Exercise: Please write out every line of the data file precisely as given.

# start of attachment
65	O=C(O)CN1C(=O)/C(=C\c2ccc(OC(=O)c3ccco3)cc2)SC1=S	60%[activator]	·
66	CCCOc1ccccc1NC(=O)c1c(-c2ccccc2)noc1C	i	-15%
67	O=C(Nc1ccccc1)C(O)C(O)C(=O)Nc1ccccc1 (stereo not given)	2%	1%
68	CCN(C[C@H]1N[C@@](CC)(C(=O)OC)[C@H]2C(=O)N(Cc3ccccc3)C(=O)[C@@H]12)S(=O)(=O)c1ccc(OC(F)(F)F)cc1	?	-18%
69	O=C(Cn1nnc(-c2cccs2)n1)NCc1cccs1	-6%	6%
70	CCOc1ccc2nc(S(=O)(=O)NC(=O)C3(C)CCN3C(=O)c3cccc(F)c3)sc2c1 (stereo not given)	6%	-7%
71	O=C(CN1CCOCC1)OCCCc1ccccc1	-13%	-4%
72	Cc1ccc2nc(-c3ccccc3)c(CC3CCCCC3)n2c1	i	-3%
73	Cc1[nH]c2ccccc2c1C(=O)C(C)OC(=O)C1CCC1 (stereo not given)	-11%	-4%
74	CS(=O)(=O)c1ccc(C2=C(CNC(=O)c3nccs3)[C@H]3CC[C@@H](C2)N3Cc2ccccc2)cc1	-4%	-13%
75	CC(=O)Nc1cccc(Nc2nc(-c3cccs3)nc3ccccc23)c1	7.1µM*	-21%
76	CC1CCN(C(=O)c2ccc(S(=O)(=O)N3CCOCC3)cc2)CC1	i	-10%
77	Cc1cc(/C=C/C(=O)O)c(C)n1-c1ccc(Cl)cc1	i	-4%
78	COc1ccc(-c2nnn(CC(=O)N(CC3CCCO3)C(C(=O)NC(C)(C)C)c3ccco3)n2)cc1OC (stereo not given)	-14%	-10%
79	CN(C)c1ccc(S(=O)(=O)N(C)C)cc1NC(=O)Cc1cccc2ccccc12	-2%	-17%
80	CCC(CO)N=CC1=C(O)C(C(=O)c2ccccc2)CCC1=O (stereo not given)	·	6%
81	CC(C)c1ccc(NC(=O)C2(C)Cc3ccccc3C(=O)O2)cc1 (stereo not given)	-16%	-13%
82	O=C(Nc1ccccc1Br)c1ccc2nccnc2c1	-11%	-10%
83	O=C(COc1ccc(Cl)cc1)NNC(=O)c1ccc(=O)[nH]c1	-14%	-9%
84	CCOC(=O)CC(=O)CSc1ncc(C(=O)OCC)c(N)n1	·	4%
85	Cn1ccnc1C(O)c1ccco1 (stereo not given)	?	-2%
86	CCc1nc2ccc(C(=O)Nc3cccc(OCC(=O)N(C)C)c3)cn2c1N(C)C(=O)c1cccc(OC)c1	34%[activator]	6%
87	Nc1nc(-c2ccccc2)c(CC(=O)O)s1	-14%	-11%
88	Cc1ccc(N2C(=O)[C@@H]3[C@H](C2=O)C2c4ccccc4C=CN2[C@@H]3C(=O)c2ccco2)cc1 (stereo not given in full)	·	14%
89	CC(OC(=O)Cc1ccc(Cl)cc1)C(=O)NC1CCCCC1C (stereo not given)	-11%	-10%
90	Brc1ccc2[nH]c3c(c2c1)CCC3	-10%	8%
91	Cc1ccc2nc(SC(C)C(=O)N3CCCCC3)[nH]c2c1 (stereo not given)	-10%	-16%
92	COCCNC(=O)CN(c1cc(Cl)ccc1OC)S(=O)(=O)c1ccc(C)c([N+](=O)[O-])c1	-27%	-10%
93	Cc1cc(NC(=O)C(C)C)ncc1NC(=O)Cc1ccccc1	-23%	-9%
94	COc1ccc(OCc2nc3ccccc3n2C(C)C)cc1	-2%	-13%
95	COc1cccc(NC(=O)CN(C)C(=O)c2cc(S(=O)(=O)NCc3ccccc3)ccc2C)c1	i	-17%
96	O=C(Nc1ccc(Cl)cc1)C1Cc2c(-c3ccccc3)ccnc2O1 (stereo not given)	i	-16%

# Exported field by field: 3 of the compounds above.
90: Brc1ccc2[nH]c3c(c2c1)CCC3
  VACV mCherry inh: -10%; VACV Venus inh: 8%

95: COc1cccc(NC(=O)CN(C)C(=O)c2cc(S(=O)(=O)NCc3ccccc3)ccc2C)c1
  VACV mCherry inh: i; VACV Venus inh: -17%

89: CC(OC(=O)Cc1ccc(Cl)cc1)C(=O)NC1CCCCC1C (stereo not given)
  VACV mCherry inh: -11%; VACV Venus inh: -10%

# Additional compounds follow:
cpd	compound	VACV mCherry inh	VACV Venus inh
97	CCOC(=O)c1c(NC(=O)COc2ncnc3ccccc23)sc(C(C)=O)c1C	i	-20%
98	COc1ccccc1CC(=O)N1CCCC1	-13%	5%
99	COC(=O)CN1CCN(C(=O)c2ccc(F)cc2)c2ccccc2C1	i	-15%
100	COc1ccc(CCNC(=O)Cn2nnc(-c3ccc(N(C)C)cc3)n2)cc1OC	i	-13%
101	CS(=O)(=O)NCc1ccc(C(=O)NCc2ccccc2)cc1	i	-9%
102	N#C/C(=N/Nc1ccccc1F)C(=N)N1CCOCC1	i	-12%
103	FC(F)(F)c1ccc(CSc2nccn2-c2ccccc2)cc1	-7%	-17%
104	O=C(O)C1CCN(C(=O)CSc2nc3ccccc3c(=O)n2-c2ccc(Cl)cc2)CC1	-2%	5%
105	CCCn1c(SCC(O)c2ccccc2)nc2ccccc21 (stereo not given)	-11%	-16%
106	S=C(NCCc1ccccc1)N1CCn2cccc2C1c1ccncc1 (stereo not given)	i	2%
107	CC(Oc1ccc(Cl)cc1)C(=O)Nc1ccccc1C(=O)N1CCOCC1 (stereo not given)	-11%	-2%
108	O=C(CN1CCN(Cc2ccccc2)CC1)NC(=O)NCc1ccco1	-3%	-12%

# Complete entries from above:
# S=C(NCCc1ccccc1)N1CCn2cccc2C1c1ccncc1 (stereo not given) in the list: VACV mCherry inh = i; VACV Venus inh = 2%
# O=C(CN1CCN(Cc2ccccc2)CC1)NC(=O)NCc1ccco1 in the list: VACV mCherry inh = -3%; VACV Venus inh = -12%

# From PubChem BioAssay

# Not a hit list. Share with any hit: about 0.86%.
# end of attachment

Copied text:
65	O=C(O)CN1C(=O)/C(=C\c2ccc(OC(=O)c3ccco3)cc2)SC1=S	60%[activator]	·
66	CCCOc1ccccc1NC(=O)c1c(-c2ccccc2)noc1C	i	-15%
67	O=C(Nc1ccccc1)C(O)C(O)C(=O)Nc1ccccc1 (stereo not given)	2%	1%
68	CCN(C[C@H]1N[C@@](CC)(C(=O)OC)[C@H]2C(=O)N(Cc3ccccc3)C(=O)[C@@H]12)S(=O)(=O)c1ccc(OC(F)(F)F)cc1	?	-18%
69	O=C(Cn1nnc(-c2cccs2)n1)NCc1cccs1	-6%	6%
70	CCOc1ccc2nc(S(=O)(=O)NC(=O)C3(C)CCN3C(=O)c3cccc(F)c3)sc2c1 (stereo not given)	6%	-7%
71	O=C(CN1CCOCC1)OCCCc1ccccc1	-13%	-4%
72	Cc1ccc2nc(-c3ccccc3)c(CC3CCCCC3)n2c1	i	-3%
73	Cc1[nH]c2ccccc2c1C(=O)C(C)OC(=O)C1CCC1 (stereo not given)	-11%	-4%
74	CS(=O)(=O)c1ccc(C2=C(CNC(=O)c3nccs3)[C@H]3CC[C@@H](C2)N3Cc2ccccc2)cc1	-4%	-13%
75	CC(=O)Nc1cccc(Nc2nc(-c3cccs3)nc3ccccc23)c1	7.1µM*	-21%
76	CC1CCN(C(=O)c2ccc(S(=O)(=O)N3CCOCC3)cc2)CC1	i	-10%
77	Cc1cc(/C=C/C(=O)O)c(C)n1-c1ccc(Cl)cc1	i	-4%
78	COc1ccc(-c2nnn(CC(=O)N(CC3CCCO3)C(C(=O)NC(C)(C)C)c3ccco3)n2)cc1OC (stereo not given)	-14%	-10%
79	CN(C)c1ccc(S(=O)(=O)N(C)C)cc1NC(=O)Cc1cccc2ccccc12	-2%	-17%
80	CCC(CO)N=CC1=C(O)C(C(=O)c2ccccc2)CCC1=O (stereo not given)	·	6%
81	CC(C)c1ccc(NC(=O)C2(C)Cc3ccccc3C(=O)O2)cc1 (stereo not given)	-16%	-13%
82	O=C(Nc1ccccc1Br)c1ccc2nccnc2c1	-11%	-10%
83	O=C(COc1ccc(Cl)cc1)NNC(=O)c1ccc(=O)[nH]c1	-14%	-9%
84	CCOC(=O)CC(=O)CSc1ncc(C(=O)OCC)c(N)n1	·	4%
85	Cn1ccnc1C(O)c1ccco1 (stereo not given)	?	-2%
86	CCc1nc2ccc(C(=O)Nc3cccc(OCC(=O)N(C)C)c3)cn2c1N(C)C(=O)c1cccc(OC)c1	34%[activator]	6%
87	Nc1nc(-c2ccccc2)c(CC(=O)O)s1	-14%	-11%
88	Cc1ccc(N2C(=O)[C@@H]3[C@H](C2=O)C2c4ccccc4C=CN2[C@@H]3C(=O)c2ccco2)cc1 (stereo not given in full)	·	14%
89	CC(OC(=O)Cc1ccc(Cl)cc1)C(=O)NC1CCCCC1C (stereo not given)	-11%	-10%
90	Brc1ccc2[nH]c3c(c2c1)CCC3	-10%	8%
91	Cc1ccc2nc(SC(C)C(=O)N3CCCCC3)[nH]c2c1 (stereo not given)	-10%	-16%
92	COCCNC(=O)CN(c1cc(Cl)ccc1OC)S(=O)(=O)c1ccc(C)c([N+](=O)[O-])c1	-27%	-10%
93	Cc1cc(NC(=O)C(C)C)ncc1NC(=O)Cc1ccccc1	-23%	-9%
94	COc1ccc(OCc2nc3ccccc3n2C(C)C)cc1	-2%	-13%
95	COc1cccc(NC(=O)CN(C)C(=O)c2cc(S(=O)(=O)NCc3ccccc3)ccc2C)c1	i	-17%
96	O=C(Nc1ccc(Cl)cc1)C1Cc2c(-c3ccccc3)ccnc2O1 (stereo not given)	i	-16%

# Exported field by field: 3 of the compounds above.
90: Brc1ccc2[nH]c3c(c2c1)CCC3
  VACV mCherry inh: -10%; VACV Venus inh: 8%

95: COc1cccc(NC(=O)CN(C)C(=O)c2cc(S(=O)(=O)NCc3ccccc3)ccc2C)c1
  VACV mCherry inh: i; VACV Venus inh: -17%

89: CC(OC(=O)Cc1ccc(Cl)cc1)C(=O)NC1CCCCC1C (stereo not given)
  VACV mCherry inh: -11%; VACV Venus inh: -10%

# Additional compounds follow:
cpd	compound	VACV mCherry inh	VACV Venus inh
97	CCOC(=O)c1c(NC(=O)COc2ncnc3ccccc23)sc(C(C)=O)c1C	i	-20%
98	COc1ccccc1CC(=O)N1CCCC1	-13%	5%
99	COC(=O)CN1CCN(C(=O)c2ccc(F)cc2)c2ccccc2C1	i	-15%
100	COc1ccc(CCNC(=O)Cn2nnc(-c3ccc(N(C)C)cc3)n2)cc1OC	i	-13%
101	CS(=O)(=O)NCc1ccc(C(=O)NCc2ccccc2)cc1	i	-9%
102	N#C/C(=N/Nc1ccccc1F)C(=N)N1CCOCC1	i	-12%
103	FC(F)(F)c1ccc(CSc2nccn2-c2ccccc2)cc1	-7%	-17%
104	O=C(O)C1CCN(C(=O)CSc2nc3ccccc3c(=O)n2-c2ccc(Cl)cc2)CC1	-2%	5%
105	CCCn1c(SCC(O)c2ccccc2)nc2ccccc21 (stereo not given)	-11%	-16%
106	S=C(NCCc1ccccc1)N1CCn2cccc2C1c1ccncc1 (stereo not given)	i	2%
107	CC(Oc1ccc(Cl)cc1)C(=O)Nc1ccccc1C(=O)N1CCOCC1 (stereo not given)	-11%	-2%
108	O=C(CN1CCN(Cc2ccccc2)CC1)NC(=O)NCc1ccco1	-3%	-12%

# Complete entries from above:
# S=C(NCCc1ccccc1)N1CCn2cccc2C1c1ccncc1 (stereo not given) in the list: VACV mCherry inh = i; VACV Venus inh = 2%
# O=C(CN1CCN(Cc2ccccc2)CC1)NC(=O)NCc1ccco1 in the list: VACV mCherry inh = -3%; VACV Venus inh = -12%

# From PubChem BioAssay

# Not a hit list. Share with any hit: about 0.86%.